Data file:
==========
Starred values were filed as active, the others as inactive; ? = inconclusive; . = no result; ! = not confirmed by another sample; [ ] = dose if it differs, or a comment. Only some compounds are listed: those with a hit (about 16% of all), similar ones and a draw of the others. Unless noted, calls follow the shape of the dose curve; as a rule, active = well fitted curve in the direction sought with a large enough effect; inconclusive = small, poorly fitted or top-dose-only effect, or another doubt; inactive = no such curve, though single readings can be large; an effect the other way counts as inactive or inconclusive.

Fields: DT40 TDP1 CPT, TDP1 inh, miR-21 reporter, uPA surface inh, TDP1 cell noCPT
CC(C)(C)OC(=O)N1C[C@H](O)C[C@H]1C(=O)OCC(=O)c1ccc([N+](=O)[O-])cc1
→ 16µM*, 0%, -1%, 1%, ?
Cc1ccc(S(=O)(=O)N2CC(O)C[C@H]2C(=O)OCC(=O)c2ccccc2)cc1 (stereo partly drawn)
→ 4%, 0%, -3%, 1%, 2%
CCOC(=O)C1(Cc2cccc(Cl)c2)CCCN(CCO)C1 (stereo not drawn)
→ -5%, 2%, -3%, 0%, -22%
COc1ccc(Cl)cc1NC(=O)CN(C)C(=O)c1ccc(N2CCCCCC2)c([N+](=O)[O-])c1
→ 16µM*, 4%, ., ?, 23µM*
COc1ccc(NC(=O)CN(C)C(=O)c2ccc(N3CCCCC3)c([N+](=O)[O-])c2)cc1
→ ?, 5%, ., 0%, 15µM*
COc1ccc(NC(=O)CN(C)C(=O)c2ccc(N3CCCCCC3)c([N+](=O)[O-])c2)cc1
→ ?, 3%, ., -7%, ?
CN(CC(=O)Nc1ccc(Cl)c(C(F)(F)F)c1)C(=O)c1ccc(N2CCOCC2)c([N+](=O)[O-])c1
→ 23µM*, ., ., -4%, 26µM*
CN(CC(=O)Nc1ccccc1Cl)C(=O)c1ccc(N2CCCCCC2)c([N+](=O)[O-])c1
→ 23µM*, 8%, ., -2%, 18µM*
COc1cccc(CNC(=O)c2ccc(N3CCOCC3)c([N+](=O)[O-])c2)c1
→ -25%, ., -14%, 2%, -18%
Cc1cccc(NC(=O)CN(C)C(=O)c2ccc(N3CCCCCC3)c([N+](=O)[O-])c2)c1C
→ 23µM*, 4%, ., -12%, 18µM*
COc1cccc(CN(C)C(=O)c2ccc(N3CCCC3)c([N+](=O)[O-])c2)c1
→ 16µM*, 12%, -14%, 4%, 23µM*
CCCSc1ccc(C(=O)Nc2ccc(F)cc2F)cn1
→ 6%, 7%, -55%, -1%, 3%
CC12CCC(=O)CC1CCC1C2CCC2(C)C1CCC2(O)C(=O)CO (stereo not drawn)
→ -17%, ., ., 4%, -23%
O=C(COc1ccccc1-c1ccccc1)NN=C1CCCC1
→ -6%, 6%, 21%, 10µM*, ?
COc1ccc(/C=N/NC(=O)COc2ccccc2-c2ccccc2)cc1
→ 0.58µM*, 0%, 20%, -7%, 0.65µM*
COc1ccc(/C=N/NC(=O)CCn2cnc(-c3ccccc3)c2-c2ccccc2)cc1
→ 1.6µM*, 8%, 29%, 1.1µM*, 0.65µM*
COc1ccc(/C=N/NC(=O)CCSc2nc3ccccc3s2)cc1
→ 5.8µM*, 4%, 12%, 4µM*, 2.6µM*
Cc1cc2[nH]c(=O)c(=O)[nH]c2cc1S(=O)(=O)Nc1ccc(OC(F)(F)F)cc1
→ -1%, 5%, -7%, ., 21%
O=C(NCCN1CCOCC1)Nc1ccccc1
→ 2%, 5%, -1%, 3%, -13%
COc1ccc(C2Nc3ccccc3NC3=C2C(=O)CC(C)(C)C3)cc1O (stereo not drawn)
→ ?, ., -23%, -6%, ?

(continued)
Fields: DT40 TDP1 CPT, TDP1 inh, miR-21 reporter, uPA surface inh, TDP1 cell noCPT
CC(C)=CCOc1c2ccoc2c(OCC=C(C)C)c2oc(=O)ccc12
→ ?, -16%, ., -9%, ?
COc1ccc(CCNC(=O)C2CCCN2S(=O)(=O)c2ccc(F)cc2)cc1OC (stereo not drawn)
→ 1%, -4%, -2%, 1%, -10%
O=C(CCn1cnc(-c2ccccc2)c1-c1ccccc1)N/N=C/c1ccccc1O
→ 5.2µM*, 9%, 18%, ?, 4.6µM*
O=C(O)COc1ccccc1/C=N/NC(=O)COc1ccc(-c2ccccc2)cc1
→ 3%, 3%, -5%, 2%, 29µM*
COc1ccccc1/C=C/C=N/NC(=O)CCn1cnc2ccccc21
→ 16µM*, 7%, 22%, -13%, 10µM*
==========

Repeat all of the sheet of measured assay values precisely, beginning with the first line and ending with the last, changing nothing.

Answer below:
Starred values were filed as active, the others as inactive; ? = inconclusive; . = no result; ! = not confirmed by another sample; [ ] = dose if it differs, or a comment. Only some compounds are listed: those with a hit (about 16% of all), similar ones and a draw of the others. Unless noted, calls follow the shape of the dose curve; as a rule, active = well fitted curve in the direction sought with a large enough effect; inconclusive = small, poorly fitted or top-dose-only effect, or another doubt; inactive = no such curve, though single readings can be large; an effect the other way counts as inactive or inconclusive.

Fields: DT40 TDP1 CPT, TDP1 inh, miR-21 reporter, uPA surface inh, TDP1 cell noCPT
CC(C)(C)OC(=O)N1C[C@H](O)C[C@H]1C(=O)OCC(=O)c1ccc([N+](=O)[O-])cc1
→ 16µM*, 0%, -1%, 1%, ?
Cc1ccc(S(=O)(=O)N2CC(O)C[C@H]2C(=O)OCC(=O)c2ccccc2)cc1 (stereo partly drawn)
→ 4%, 0%, -3%, 1%, 2%
CCOC(=O)C1(Cc2cccc(Cl)c2)CCCN(CCO)C1 (stereo not drawn)
→ -5%, 2%, -3%, 0%, -22%
COc1ccc(Cl)cc1NC(=O)CN(C)C(=O)c1ccc(N2CCCCCC2)c([N+](=O)[O-])c1
→ 16µM*, 4%, ., ?, 23µM*
COc1ccc(NC(=O)CN(C)C(=O)c2ccc(N3CCCCC3)c([N+](=O)[O-])c2)cc1
→ ?, 5%, ., 0%, 15µM*
COc1ccc(NC(=O)CN(C)C(=O)c2ccc(N3CCCCCC3)c([N+](=O)[O-])c2)cc1
→ ?, 3%, ., -7%, ?
CN(CC(=O)Nc1ccc(Cl)c(C(F)(F)F)c1)C(=O)c1ccc(N2CCOCC2)c([N+](=O)[O-])c1
→ 23µM*, ., ., -4%, 26µM*
CN(CC(=O)Nc1ccccc1Cl)C(=O)c1ccc(N2CCCCCC2)c([N+](=O)[O-])c1
→ 23µM*, 8%, ., -2%, 18µM*
COc1cccc(CNC(=O)c2ccc(N3CCOCC3)c([N+](=O)[O-])c2)c1
→ -25%, ., -14%, 2%, -18%
Cc1cccc(NC(=O)CN(C)C(=O)c2ccc(N3CCCCCC3)c([N+](=O)[O-])c2)c1C
→ 23µM*, 4%, ., -12%, 18µM*
COc1cccc(CN(C)C(=O)c2ccc(N3CCCC3)c([N+](=O)[O-])c2)c1
→ 16µM*, 12%, -14%, 4%, 23µM*
CCCSc1ccc(C(=O)Nc2ccc(F)cc2F)cn1
→ 6%, 7%, -55%, -1%, 3%
CC12CCC(=O)CC1CCC1C2CCC2(C)C1CCC2(O)C(=O)CO (stereo not drawn)
→ -17%, ., ., 4%, -23%
O=C(COc1ccccc1-c1ccccc1)NN=C1CCCC1
→ -6%, 6%, 21%, 10µM*, ?
COc1ccc(/C=N/NC(=O)COc2ccccc2-c2ccccc2)cc1
→ 0.58µM*, 0%, 20%, -7%, 0.65µM*
COc1ccc(/C=N/NC(=O)CCn2cnc(-c3ccccc3)c2-c2ccccc2)cc1
→ 1.6µM*, 8%, 29%, 1.1µM*, 0.65µM*
COc1ccc(/C=N/NC(=O)CCSc2nc3ccccc3s2)cc1
→ 5.8µM*, 4%, 12%, 4µM*, 2.6µM*
Cc1cc2[nH]c(=O)c(=O)[nH]c2cc1S(=O)(=O)Nc1ccc(OC(F)(F)F)cc1
→ -1%, 5%, -7%, ., 21%
O=C(NCCN1CCOCC1)Nc1ccccc1
→ 2%, 5%, -1%, 3%, -13%
COc1ccc(C2Nc3ccccc3NC3=C2C(=O)CC(C)(C)C3)cc1O (stereo not drawn)
→ ?, ., -23%, -6%, ?

(continued)
Fields: DT40 TDP1 CPT, TDP1 inh, miR-21 reporter, uPA surface inh, TDP1 cell noCPT
CC(C)=CCOc1c2ccoc2c(OCC=C(C)C)c2oc(=O)ccc12
→ ?, -16%, ., -9%, ?
COc1ccc(CCNC(=O)C2CCCN2S(=O)(=O)c2ccc(F)cc2)cc1OC (stereo not drawn)
→ 1%, -4%, -2%, 1%, -10%
O=C(CCn1cnc(-c2ccccc2)c1-c1ccccc1)N/N=C/c1ccccc1O
→ 5.2µM*, 9%, 18%, ?, 4.6µM*
O=C(O)COc1ccccc1/C=N/NC(=O)COc1ccc(-c2ccccc2)cc1
→ 3%, 3%, -5%, 2%, 29µM*
COc1ccccc1/C=C/C=N/NC(=O)CCn1cnc2ccccc21
→ 16µM*, 7%, 22%, -13%, 10µM*